User Experience Office helps campus technology fulfill its promise

Before Princeton University’s Pace Center for Civic Engagement revamped its website this past year, the center’s Communications Coordinator Gwen McNamara wanted to know more about who was visiting the site and how to make it a better resource for the entire campus. Representatives of the New Jersey Commission for the Blind and Visually Impaired demonstrate special screen readers for people with visual impairments at the workshop “Introduction to Accessibility,” one of six courses offered to Princeton University employees through the User Experience Office.

Maybe the first plague wasn’t that bad, say researchers

Researchers from Princeton’s Climate Change and History Research Initiative investigated pollen counts, coinage and burial practices, and many other data sets to study the first plague. They concluded that the first major plague of late antiquity, also known as the Justinianic Plague, may have had its effects overestimated.

New modeling will shed light on ways policy decisions affect human migration from sea level rise

A new modeling approach can help researchers, policymakers and the public better understand how policy decisions will influence human migration as sea levels rise around the globe, a paper published Nov. 26 in Nature Climate Change suggests.

Conley and Tilghman named AAAS Fellows

Dalton Conley, the Henry Putnam University Professor in Sociology, and Shirley M. Tilghman, president of the University, emeritus, and professor of molecular biology and public affairs, have been named 2019 fellows of the American Association for the Advancement of Science (AAAS) for their scientifically or socially distinguished work.

Princeton’s annual technology celebration spotlights innovation and societal impact

Speaking at Princeton’s annual technology showcase on Nov. 14, Princeton’s inaugural Vice Dean for Innovation Rodney Priestley delivered Princeton’s vision for engaging in entrepreneurship in ways that have societal impact. “Princeton’s informal motto is ‘In the nation’s service and the service of humanity,’” said Priestley, who is also a professor of chemical and biological engineering. “Our innovation efforts are very much in support of that motto.”

Princeton alumni Berlin, Tenkiang named Mitchell Scholars

Kyle Berlin, Princeton University’s 2018 valedictorian, and Achille Tenkiang, a University trustee, have been named George J. Mitchell Scholars. Twelve Mitchell Scholarships were awarded to students nationwide by the nonprofit U.S.-Ireland Alliance based in Arlington, Virginia.

Two million-year-old ice cores provide first direct observations of an ancient climate

Princeton University-led researchers have extracted 2 million-year-old ice cores from Antarctica that provide the first direct observations of Earth’s climate at a time when the furred early ancestors of modern humans still roamed.

Statistics show: Vocal music really is universal

Nearly 200 years ago, Henry Wadsworth Longfellow claimed that “Music is the universal language of mankind.” Over the past several years, an international team of researchers has explored music from around the world to determine whether that is true or merely cliché — and a Princetonian crunched the numbers.

Pioneering NASA engineer Darden shares her journey from ‘human computer’ to expert in supersonic flight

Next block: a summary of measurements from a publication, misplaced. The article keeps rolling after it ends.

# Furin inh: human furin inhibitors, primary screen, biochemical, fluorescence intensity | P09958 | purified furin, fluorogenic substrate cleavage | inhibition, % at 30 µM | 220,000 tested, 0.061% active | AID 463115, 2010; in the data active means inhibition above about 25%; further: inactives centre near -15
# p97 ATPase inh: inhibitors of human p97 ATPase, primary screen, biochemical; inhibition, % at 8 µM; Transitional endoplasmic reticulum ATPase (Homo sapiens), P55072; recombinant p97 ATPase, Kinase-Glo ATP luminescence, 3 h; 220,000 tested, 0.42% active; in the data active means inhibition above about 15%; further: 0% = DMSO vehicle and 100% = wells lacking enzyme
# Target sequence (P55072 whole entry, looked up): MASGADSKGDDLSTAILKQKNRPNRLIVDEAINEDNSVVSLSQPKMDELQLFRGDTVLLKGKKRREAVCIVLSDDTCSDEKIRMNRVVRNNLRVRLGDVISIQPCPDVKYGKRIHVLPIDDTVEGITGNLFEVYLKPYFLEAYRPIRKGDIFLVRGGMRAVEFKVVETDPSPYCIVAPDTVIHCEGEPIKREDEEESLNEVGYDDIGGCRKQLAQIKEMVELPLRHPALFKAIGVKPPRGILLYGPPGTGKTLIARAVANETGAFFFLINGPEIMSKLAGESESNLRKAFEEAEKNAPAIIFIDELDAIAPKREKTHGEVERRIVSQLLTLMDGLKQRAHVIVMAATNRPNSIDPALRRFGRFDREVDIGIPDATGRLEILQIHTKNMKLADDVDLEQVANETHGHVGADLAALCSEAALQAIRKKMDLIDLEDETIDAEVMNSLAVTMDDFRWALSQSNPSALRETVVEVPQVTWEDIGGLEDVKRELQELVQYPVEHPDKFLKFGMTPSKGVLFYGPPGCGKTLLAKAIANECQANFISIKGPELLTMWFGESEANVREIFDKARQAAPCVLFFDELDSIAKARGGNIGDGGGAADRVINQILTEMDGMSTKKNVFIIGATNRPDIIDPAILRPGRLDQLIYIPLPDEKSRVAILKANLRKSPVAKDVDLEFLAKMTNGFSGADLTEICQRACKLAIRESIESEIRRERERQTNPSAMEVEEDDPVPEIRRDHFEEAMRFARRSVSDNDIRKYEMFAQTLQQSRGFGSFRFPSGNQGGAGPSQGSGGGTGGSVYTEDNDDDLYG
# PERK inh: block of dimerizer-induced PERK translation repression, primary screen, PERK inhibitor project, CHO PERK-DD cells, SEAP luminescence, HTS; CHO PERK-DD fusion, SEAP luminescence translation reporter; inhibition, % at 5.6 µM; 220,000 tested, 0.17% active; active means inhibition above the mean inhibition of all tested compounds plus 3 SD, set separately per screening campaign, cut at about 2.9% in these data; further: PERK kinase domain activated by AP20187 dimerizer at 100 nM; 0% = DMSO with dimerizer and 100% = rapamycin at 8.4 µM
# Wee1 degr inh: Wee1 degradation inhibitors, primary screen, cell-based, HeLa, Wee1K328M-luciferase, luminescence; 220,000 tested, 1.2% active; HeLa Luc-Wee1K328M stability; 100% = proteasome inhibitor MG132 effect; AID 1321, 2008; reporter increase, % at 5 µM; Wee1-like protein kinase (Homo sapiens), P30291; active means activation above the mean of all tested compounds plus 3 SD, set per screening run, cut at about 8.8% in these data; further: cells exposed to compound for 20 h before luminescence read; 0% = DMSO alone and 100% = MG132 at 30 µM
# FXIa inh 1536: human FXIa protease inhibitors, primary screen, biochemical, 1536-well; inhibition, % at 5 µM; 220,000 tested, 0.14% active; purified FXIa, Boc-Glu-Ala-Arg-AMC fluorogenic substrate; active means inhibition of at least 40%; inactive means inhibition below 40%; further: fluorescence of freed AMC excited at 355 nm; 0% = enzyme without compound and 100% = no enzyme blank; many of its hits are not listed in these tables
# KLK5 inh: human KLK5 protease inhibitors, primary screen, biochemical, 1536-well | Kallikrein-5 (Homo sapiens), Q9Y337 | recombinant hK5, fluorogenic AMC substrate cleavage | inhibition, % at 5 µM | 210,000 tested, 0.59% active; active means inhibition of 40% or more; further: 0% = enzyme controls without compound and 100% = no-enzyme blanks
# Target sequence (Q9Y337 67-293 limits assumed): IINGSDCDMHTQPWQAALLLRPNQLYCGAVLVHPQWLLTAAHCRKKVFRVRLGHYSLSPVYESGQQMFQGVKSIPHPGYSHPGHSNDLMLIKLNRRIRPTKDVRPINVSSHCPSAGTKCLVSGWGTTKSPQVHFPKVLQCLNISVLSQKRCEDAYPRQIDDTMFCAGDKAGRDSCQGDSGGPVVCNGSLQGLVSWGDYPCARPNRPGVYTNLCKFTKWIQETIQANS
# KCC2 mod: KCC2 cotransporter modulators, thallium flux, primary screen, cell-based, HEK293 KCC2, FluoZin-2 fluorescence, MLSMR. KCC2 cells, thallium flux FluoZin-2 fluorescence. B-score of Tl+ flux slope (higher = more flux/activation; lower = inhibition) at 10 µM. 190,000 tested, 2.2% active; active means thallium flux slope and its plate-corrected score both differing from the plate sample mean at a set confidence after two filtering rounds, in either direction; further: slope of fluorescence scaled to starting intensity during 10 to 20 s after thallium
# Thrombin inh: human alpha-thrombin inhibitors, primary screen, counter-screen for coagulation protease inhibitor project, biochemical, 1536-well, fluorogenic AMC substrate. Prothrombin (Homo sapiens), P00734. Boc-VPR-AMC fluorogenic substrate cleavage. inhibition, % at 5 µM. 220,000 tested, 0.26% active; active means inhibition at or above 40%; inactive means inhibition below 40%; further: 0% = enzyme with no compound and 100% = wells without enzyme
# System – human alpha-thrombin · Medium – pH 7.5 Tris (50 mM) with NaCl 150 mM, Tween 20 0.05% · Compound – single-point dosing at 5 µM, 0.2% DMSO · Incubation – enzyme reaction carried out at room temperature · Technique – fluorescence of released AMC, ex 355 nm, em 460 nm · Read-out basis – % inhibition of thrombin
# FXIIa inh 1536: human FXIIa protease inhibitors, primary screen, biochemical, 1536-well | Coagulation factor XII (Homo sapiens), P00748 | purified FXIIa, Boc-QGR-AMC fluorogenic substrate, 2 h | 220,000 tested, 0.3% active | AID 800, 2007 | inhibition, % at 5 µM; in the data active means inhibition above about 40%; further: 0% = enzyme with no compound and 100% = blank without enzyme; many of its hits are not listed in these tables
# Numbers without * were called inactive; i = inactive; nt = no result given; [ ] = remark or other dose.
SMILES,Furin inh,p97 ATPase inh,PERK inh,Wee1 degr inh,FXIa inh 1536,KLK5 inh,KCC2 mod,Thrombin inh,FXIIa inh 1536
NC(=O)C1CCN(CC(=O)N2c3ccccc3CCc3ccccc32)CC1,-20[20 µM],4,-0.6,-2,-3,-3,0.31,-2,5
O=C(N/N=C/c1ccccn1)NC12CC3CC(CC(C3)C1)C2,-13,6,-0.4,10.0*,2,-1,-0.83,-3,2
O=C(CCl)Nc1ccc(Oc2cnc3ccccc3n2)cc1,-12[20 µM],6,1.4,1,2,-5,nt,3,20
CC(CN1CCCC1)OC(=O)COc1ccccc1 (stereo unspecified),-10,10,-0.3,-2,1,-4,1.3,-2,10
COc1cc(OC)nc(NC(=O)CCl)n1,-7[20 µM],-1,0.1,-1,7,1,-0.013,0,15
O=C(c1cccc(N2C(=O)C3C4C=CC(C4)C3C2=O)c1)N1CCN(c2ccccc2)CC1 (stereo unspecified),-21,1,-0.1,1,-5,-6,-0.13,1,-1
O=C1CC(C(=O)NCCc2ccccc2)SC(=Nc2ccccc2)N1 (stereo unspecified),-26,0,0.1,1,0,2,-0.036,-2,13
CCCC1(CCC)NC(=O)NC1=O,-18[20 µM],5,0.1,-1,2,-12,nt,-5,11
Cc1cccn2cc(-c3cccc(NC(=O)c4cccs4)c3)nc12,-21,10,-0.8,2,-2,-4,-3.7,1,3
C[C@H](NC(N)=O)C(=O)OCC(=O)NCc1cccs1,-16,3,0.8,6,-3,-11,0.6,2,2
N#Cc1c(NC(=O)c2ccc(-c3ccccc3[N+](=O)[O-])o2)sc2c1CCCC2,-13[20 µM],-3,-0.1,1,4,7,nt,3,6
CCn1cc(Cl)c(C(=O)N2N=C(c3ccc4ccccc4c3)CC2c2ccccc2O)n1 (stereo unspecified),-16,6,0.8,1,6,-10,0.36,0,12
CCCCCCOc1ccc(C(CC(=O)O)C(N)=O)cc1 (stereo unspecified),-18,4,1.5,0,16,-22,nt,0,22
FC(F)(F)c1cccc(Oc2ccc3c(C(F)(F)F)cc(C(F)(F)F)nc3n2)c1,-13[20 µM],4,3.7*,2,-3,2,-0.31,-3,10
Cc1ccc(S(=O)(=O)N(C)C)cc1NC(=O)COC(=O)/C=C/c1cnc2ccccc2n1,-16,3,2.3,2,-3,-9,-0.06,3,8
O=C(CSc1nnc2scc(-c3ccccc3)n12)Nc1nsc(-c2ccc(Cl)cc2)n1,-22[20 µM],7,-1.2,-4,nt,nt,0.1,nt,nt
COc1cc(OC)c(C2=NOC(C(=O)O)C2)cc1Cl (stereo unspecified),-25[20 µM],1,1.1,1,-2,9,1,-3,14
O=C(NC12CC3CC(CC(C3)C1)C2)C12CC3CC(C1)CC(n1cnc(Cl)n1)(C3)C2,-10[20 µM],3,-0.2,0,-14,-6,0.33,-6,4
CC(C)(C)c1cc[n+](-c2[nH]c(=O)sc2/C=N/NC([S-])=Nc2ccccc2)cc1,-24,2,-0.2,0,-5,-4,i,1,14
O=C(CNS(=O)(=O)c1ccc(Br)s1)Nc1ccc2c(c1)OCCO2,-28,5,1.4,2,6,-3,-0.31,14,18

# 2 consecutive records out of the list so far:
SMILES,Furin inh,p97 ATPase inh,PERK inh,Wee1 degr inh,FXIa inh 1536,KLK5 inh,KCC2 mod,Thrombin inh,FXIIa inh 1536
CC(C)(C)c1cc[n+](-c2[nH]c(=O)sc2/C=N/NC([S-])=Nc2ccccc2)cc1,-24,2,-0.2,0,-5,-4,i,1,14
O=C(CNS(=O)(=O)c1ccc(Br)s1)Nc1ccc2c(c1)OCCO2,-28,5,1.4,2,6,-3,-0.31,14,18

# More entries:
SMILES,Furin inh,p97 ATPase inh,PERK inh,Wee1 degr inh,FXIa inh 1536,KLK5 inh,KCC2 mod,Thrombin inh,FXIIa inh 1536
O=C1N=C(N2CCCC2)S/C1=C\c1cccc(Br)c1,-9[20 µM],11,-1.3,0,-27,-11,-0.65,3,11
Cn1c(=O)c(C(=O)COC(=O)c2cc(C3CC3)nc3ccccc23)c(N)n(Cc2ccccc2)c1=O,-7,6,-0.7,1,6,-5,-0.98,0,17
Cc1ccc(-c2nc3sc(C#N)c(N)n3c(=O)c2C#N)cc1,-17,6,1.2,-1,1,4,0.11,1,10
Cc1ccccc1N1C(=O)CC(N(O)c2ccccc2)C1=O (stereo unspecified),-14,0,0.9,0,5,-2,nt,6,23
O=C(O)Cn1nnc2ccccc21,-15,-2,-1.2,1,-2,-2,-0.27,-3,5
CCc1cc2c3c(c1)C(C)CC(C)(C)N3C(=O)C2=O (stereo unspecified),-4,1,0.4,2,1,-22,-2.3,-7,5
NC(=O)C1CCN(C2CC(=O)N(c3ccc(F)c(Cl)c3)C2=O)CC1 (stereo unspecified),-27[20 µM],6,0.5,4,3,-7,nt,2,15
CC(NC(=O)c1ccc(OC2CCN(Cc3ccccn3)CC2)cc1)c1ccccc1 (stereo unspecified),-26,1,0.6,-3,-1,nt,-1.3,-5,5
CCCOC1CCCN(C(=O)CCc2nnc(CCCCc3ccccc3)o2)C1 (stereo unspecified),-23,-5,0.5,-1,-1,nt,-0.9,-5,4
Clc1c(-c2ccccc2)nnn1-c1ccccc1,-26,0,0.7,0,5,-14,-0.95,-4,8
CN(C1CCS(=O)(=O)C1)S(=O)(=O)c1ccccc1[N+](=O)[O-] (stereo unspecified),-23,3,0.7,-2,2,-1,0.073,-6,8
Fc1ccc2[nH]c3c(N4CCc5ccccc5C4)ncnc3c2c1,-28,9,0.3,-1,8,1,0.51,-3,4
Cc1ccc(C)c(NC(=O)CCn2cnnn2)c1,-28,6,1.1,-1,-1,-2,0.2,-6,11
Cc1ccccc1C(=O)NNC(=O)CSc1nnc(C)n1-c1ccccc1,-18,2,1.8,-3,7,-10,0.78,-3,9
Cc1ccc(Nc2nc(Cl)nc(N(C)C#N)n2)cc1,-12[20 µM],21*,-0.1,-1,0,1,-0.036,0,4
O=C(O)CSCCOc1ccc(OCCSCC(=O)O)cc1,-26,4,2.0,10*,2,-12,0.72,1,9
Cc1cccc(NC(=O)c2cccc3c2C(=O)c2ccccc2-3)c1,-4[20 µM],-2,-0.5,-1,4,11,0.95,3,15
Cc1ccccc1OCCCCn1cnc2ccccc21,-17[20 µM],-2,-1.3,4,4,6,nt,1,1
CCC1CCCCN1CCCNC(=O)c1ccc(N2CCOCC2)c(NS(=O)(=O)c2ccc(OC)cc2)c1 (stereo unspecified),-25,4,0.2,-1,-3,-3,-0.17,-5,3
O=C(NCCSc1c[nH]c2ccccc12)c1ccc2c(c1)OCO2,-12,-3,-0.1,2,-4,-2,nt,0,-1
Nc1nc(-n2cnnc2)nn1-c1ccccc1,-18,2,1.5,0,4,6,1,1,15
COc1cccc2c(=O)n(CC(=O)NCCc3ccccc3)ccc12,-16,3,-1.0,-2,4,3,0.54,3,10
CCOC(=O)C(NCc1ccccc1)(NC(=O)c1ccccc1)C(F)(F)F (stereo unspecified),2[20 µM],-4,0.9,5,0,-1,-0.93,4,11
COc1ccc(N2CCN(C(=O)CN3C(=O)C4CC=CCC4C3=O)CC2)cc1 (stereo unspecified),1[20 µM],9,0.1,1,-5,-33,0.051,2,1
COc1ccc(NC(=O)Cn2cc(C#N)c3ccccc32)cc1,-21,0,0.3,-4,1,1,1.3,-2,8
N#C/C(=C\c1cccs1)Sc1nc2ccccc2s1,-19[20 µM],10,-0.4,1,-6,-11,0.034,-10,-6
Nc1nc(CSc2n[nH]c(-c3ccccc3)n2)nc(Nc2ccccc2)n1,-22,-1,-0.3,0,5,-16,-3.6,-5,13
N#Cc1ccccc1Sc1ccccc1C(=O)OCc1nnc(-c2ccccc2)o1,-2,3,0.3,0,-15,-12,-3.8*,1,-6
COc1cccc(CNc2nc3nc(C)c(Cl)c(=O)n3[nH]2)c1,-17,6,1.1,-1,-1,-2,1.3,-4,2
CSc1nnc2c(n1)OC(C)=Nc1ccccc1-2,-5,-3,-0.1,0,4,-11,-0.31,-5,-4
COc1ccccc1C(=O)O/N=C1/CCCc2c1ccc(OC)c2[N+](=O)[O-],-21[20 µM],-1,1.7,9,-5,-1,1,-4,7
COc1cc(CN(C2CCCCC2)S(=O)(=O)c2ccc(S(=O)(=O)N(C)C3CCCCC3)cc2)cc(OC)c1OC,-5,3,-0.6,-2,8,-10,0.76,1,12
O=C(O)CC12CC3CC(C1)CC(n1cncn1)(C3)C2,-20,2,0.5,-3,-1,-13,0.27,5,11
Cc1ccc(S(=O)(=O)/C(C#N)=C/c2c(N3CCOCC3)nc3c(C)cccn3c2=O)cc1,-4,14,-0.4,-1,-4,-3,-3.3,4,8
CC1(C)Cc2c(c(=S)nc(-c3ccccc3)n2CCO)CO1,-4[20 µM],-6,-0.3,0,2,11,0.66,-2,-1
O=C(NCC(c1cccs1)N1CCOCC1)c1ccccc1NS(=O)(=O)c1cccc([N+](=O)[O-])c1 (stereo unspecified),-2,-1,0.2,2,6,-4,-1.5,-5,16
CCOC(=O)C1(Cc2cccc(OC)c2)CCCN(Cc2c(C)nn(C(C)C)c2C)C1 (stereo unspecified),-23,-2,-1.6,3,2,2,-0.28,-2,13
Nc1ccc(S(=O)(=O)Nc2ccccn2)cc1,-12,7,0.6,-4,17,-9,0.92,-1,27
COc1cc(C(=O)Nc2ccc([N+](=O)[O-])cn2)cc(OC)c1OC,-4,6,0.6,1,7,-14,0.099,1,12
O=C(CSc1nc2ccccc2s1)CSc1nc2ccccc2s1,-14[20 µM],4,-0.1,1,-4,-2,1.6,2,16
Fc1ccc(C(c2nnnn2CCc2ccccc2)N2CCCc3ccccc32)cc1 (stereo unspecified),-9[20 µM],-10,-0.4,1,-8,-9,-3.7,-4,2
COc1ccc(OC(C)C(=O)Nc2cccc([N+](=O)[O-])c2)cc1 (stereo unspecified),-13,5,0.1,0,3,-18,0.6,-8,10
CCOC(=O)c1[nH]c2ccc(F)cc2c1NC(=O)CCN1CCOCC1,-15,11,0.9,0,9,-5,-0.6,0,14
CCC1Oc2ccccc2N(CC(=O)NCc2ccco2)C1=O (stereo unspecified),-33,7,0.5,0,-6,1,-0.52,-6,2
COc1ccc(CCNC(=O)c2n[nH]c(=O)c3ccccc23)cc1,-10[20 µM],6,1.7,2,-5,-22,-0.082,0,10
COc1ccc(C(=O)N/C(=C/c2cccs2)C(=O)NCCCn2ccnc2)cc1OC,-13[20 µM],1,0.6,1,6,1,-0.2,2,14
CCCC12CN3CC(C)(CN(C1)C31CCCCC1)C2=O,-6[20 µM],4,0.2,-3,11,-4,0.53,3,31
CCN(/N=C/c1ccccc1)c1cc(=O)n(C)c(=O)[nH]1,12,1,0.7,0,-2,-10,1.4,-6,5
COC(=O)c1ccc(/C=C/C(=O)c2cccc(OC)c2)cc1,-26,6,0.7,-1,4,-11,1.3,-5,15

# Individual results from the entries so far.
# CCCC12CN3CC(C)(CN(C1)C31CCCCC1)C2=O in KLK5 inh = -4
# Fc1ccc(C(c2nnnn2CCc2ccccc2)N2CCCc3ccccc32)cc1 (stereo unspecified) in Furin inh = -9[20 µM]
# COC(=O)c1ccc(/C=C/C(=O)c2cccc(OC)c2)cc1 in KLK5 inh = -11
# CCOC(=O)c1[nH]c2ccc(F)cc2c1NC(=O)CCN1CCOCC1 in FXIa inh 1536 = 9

In the late 1960s, Christine Darden was one of many women working as “human computers” at NASA’s Langley Research Center. Male engineers assigned her team to perform calculations that enabled the Apollo spaceflight missions to take humans to the moon and return them safely to Earth.

Boosting wind farmers, global winds reverse decades of slowing and pick up speed

In a boon to wind farms, average daily wind speeds are picking up across much of the globe after about 30 years of gradual slowing. Research led by a team at Princeton University shows that wind speeds in northern mid-latitude regions have increased by roughly 7% since 2010.

Schmidt DataX Fund supports research projects that harness data science to speed up discovery

Nine data-driven research projects have won funding from Princeton University’s Schmidt DataX Fund, which aims to spread and deepen the use of artificial intelligence and machine learning across campus with the aim of accelerating discovery.

Achieving climate goals requires setting a price on carbon, experts say at Andlinger Center meeting

Cutting carbon emissions quickly requires a price on carbon, experts from industry, government and academia said at the annual meeting of the Andlinger Center for Energy and the Environment last week. A carbon fee would provide a dual benefit: offer direct incentives to cut emissions, and also create a new market for firms that can monetize carbon dioxide as a resource by transforming the gas into products and fuels.

President Eisgruber honored as innovation leader in New Jersey

Princeton President Christopher L. Eisgruber was recognized as the 2019 Educator of the Year by the Research and Development Council of New Jersey at the council’s 40th annual Thomas Alva Edison Patent Awards. Eisgruber was honored for his leadership of the University’s efforts to connect research to real-world problems and solutions.

How to make better biofuels? Convince yeast it’s not starving

Yeast already helps make bread and beer and cranks out the biofuel ethanol, but scientists believe it can be used to create an even more efficient fuel called isobutanol. Normally, yeast only creates a tiny amount of isobutanol. Now researchers at Princeton University have discovered a genetic switch that significantly ramps up production.